It is not impossible if corruption is controlled

From Shamim Ahmed Rizvi, Islamabad
Apr 10 - 16, 2000

Preparation of the budget for the fiscal year 2000-2001 is in advance stages and, as has been the practice during the last few years, highly ambitious targets of revenue generation are being proposed. According to reports, Central Board of Revenue (CBR) are estimating a giant leap of over Rs. 100 billion in the tax revenue during the next financial year.

This quantum jump is being justified due to on going efforts by the CBR for expansion in tax net and discovery of concealed tax potential. The revenue target for the fiscal year 2000-2001 is being proposed around Rs. 450 billion as against Rs. 356 billion for the current fiscal year.

During the first 9 months (July-March) of the current fiscal year, the CBR has been able to collect about Rs. 237 billion. It has to collect Rs. 119 billion during the remaining 3 months (April-June 2000). To collect about Rs. 40 billion per month against an monthly average of Rs. 26.3 billion during the past nine months and Rs. 28 billion during March 2000, appears to be an uphill task. Independent economists are apprehending a shortfall of about Rs. 30 billion between the target and actual collection during the current (1999-2000) financial year. We had a similar experience during the previous (1998-99) year. Initially the estimates were put at Rs. 355 billion but later revised downward to Rs. 330 billion in view of the actual collection of the first six months. It however, finally ended up with Rs. 308 billion showing a shortfall Rs. 47 billion if compared to original estimates and Rs. 22 billion in relation to revised target. While fixing revenue target at Rs. 356 billion for the current fiscal year the then chairman CBR had boasted that he had not tried to please the government by suggesting unattainable ambitious target and the figure of Rs. 356 billion (against Rs. 355 billion during the earlier year) were most realistic and easily achievable target.

In Pakistan, fiscal imbalances and the consequent debt burden have all along been the major cause of macro-economic instability, impending the medium and long-term growth prospects. Recognizing the crucial importance of reversing the trend, every government has sought to achieve a big breakthrough by mobilising a higher level of tax revenues by undertaking various measures.

A look at the actual data, however, reveals a completely different picture. Policy statements generally turned out to be hollow and political rhetoric. During the three years ending 1998-99, the rise in federal tax revenues has been so low that the ratio of actual tax collections to GDP has declined continuously from 15.5 per cent in 1995-96 to only 10.2 per cent in 1998-99. This clearly shows the inability of the governments to capture a reasonable level of taxes from rising incomes. It may also be mentioned that tax-GDP ratio in comparable economies is significantly higher than in Pakistan which means that it is not the level of income but other problems that are responsible for this dismal state of affairs in the country.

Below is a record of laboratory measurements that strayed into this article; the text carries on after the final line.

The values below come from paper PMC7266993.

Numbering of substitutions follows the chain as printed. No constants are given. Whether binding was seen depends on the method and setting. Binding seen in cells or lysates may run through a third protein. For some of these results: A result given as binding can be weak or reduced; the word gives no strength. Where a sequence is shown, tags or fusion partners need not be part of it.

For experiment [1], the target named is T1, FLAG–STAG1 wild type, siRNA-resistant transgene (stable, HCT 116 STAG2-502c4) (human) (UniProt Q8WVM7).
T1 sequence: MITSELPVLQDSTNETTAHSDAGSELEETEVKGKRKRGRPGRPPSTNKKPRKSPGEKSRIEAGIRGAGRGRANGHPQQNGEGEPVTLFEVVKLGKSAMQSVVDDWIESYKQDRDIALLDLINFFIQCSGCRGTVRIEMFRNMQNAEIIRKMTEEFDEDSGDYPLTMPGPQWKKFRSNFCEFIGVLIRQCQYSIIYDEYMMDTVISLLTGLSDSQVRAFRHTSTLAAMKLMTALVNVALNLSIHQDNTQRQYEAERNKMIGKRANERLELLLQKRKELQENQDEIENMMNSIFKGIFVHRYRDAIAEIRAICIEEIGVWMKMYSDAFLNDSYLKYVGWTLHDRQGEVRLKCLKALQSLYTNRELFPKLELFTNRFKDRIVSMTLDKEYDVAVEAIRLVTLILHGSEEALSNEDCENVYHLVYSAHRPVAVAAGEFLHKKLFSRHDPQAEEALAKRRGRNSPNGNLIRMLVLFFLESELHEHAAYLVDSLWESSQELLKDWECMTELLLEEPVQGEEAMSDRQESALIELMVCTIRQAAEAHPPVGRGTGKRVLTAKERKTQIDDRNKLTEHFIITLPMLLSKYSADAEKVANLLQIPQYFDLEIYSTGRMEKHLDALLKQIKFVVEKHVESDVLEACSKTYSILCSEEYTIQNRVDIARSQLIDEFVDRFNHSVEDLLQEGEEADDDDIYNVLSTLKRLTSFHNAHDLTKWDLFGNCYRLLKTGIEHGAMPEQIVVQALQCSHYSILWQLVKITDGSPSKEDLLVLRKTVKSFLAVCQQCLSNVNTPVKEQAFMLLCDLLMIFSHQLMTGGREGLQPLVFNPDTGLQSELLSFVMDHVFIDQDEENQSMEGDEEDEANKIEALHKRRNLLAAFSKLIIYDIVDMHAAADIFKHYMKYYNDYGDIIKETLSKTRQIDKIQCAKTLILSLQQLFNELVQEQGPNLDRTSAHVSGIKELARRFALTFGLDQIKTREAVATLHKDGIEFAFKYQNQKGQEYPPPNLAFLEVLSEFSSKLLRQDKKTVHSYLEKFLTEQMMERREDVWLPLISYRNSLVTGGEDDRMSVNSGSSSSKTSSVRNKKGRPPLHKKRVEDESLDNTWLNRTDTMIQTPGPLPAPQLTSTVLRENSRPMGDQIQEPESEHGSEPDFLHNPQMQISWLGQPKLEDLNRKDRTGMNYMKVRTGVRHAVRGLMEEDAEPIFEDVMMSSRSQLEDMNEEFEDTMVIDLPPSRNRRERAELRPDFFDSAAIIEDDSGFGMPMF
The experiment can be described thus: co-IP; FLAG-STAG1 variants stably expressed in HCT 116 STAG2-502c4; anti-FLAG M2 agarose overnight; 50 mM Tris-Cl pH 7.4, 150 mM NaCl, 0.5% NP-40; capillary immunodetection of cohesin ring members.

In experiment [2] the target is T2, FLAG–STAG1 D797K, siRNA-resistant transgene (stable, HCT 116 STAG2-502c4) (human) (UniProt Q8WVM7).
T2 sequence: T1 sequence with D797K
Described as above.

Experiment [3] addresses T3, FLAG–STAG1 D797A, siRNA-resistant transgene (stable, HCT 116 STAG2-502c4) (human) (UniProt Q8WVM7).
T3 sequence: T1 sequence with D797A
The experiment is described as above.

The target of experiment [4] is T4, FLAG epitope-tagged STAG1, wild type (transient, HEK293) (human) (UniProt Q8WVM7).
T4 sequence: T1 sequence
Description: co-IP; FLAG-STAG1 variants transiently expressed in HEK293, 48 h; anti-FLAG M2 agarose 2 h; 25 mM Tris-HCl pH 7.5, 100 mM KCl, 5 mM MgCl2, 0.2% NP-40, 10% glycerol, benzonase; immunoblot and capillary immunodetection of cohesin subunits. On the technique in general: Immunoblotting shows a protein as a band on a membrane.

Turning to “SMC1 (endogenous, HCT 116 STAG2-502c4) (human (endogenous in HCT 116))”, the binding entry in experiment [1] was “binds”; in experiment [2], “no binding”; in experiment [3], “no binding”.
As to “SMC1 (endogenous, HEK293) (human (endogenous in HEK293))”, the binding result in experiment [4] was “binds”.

Another distinguishing feature of the fiscal scene has been the fixation of ambitious targets of tax collections at the beginning of the year and then revising them downwards periodically during the course of the year in line with the actual monthly receipts. Perhaps the same mistake is being repeated now while preparing budget for the year 2000-2001. Various hints dropped by the Finance Minister and other government functionaries reveal an almost complete overhaul of the present system on pragmatic and efficient lines. According to a latest report, the government is aiming at a revenue collection target of Rs. 450 billion or about 14 per cent of GDP. This, if realised, would be an unprecedented improvement of about Rs. 120 billion in tax collections in a single year. Given the enormity of problems, this is a very noble objective. In fact, that is what is very badly needed if the country has to meet its ordinary expenditures including on defence, moderately modernise its infrastructure, and embark upon some of the poverty alleviating and employment generating plans without unleashing inflationary forces. This is also essential to have a meaningful dialogue with Fund.

This appears highly ambitious but it is not impossible to collect Rs. 450 billion as tax revenues if the corruption is controlled considerably, if not totally eliminated, in the tax collecting organization, tax evasion is checked and concealed wealth is brought into tax net. The present government seems earnest in controlling these impediments in growth of national economy. The Finance Minister, Mr. Shaukat Aziz appears determined to raise the tax GDP ratio to about 13.5 to 14 per cent in the coming fiscal year through his tax reforms. He is working overtime and is, hopefully, endowed the proper vision and iron will to steer the country out of the existing hopeless fiscal situation. While we wish him best of luck and success in his plans and programme we may advise him to put his fully weight on the CBR to meet the target fixed for the current year. There are still 3 months left and the feared shortfall of Rs. 25 to 30 billion can be met if an all out efforts are made. Only then public will believe in Shaukat Aziz's claims for the next year.